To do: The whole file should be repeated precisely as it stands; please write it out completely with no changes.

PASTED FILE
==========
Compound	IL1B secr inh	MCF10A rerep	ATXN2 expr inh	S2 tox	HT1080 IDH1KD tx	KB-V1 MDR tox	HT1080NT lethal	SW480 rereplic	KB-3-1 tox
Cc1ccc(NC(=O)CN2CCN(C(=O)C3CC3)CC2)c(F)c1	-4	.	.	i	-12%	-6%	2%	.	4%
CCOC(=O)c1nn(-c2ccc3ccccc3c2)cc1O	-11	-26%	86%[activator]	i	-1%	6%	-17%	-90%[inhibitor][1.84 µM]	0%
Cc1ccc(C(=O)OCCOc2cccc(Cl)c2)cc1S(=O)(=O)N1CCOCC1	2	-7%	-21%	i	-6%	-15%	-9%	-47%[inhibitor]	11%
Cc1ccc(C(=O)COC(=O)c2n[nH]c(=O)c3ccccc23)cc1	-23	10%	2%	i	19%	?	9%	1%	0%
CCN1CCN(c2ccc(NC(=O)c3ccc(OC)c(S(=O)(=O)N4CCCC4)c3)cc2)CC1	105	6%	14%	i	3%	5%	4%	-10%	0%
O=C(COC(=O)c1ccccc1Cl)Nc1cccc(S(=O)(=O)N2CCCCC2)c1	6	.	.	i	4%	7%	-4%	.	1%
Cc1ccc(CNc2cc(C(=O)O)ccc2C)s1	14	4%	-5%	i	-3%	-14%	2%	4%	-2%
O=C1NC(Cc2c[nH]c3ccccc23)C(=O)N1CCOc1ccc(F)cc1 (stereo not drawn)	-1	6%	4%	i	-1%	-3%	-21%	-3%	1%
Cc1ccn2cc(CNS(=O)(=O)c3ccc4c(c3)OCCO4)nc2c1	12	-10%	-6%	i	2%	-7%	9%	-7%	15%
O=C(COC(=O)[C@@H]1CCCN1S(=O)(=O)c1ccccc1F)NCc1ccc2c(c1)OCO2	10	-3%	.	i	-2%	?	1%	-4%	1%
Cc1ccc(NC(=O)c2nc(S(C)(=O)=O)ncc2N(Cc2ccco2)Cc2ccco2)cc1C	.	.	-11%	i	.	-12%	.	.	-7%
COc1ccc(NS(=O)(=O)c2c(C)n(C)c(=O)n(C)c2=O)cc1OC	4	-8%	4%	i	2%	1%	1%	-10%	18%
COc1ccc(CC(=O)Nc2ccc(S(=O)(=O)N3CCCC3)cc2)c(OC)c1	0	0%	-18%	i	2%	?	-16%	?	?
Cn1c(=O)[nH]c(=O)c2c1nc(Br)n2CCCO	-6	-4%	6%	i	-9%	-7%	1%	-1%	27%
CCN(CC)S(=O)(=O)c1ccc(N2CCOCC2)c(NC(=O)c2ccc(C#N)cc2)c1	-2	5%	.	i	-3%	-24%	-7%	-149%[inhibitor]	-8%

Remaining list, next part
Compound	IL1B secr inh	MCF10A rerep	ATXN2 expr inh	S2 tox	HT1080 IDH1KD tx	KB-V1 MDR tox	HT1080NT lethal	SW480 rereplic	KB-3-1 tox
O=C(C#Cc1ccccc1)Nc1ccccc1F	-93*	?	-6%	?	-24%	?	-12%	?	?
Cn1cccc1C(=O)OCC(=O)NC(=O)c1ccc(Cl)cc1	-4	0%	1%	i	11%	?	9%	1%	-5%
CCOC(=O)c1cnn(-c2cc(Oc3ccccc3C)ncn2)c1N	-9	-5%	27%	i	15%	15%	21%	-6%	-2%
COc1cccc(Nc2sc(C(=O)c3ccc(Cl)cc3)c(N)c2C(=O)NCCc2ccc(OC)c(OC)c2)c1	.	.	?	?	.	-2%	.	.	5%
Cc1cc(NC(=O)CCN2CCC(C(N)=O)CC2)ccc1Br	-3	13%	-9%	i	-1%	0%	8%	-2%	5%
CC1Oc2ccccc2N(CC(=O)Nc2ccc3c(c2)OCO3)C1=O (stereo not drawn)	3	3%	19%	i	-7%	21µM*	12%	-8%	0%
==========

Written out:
Compound	IL1B secr inh	MCF10A rerep	ATXN2 expr inh	S2 tox	HT1080 IDH1KD tx	KB-V1 MDR tox	HT1080NT lethal	SW480 rereplic	KB-3-1 tox
Cc1ccc(NC(=O)CN2CCN(C(=O)C3CC3)CC2)c(F)c1	-4	.	.	i	-12%	-6%	2%	.	4%
CCOC(=O)c1nn(-c2ccc3ccccc3c2)cc1O	-11	-26%	86%[activator]	i	-1%	6%	-17%	-90%[inhibitor][1.84 µM]	0%
Cc1ccc(C(=O)OCCOc2cccc(Cl)c2)cc1S(=O)(=O)N1CCOCC1	2	-7%	-21%	i	-6%	-15%	-9%	-47%[inhibitor]	11%
Cc1ccc(C(=O)COC(=O)c2n[nH]c(=O)c3ccccc23)cc1	-23	10%	2%	i	19%	?	9%	1%	0%
CCN1CCN(c2ccc(NC(=O)c3ccc(OC)c(S(=O)(=O)N4CCCC4)c3)cc2)CC1	105	6%	14%	i	3%	5%	4%	-10%	0%
O=C(COC(=O)c1ccccc1Cl)Nc1cccc(S(=O)(=O)N2CCCCC2)c1	6	.	.	i	4%	7%	-4%	.	1%
Cc1ccc(CNc2cc(C(=O)O)ccc2C)s1	14	4%	-5%	i	-3%	-14%	2%	4%	-2%
O=C1NC(Cc2c[nH]c3ccccc23)C(=O)N1CCOc1ccc(F)cc1 (stereo not drawn)	-1	6%	4%	i	-1%	-3%	-21%	-3%	1%
Cc1ccn2cc(CNS(=O)(=O)c3ccc4c(c3)OCCO4)nc2c1	12	-10%	-6%	i	2%	-7%	9%	-7%	15%
O=C(COC(=O)[C@@H]1CCCN1S(=O)(=O)c1ccccc1F)NCc1ccc2c(c1)OCO2	10	-3%	.	i	-2%	?	1%	-4%	1%
Cc1ccc(NC(=O)c2nc(S(C)(=O)=O)ncc2N(Cc2ccco2)Cc2ccco2)cc1C	.	.	-11%	i	.	-12%	.	.	-7%
COc1ccc(NS(=O)(=O)c2c(C)n(C)c(=O)n(C)c2=O)cc1OC	4	-8%	4%	i	2%	1%	1%	-10%	18%
COc1ccc(CC(=O)Nc2ccc(S(=O)(=O)N3CCCC3)cc2)c(OC)c1	0	0%	-18%	i	2%	?	-16%	?	?
Cn1c(=O)[nH]c(=O)c2c1nc(Br)n2CCCO	-6	-4%	6%	i	-9%	-7%	1%	-1%	27%
CCN(CC)S(=O)(=O)c1ccc(N2CCOCC2)c(NC(=O)c2ccc(C#N)cc2)c1	-2	5%	.	i	-3%	-24%	-7%	-149%[inhibitor]	-8%

Remaining list, next part
Compound	IL1B secr inh	MCF10A rerep	ATXN2 expr inh	S2 tox	HT1080 IDH1KD tx	KB-V1 MDR tox	HT1080NT lethal	SW480 rereplic	KB-3-1 tox
O=C(C#Cc1ccccc1)Nc1ccccc1F	-93*	?	-6%	?	-24%	?	-12%	?	?
Cn1cccc1C(=O)OCC(=O)NC(=O)c1ccc(Cl)cc1	-4	0%	1%	i	11%	?	9%	1%	-5%
CCOC(=O)c1cnn(-c2cc(Oc3ccccc3C)ncn2)c1N	-9	-5%	27%	i	15%	15%	21%	-6%	-2%
COc1cccc(Nc2sc(C(=O)c3ccc(Cl)cc3)c(N)c2C(=O)NCCc2ccc(OC)c(OC)c2)c1	.	.	?	?	.	-2%	.	.	5%
Cc1cc(NC(=O)CCN2CCC(C(N)=O)CC2)ccc1Br	-3	13%	-9%	i	-1%	0%	8%	-2%	5%
CC1Oc2ccccc2N(CC(=O)Nc2ccc3c(c2)OCO3)C1=O (stereo not drawn)	3	3%	19%	i	-7%	21µM*	12%	-8%	0%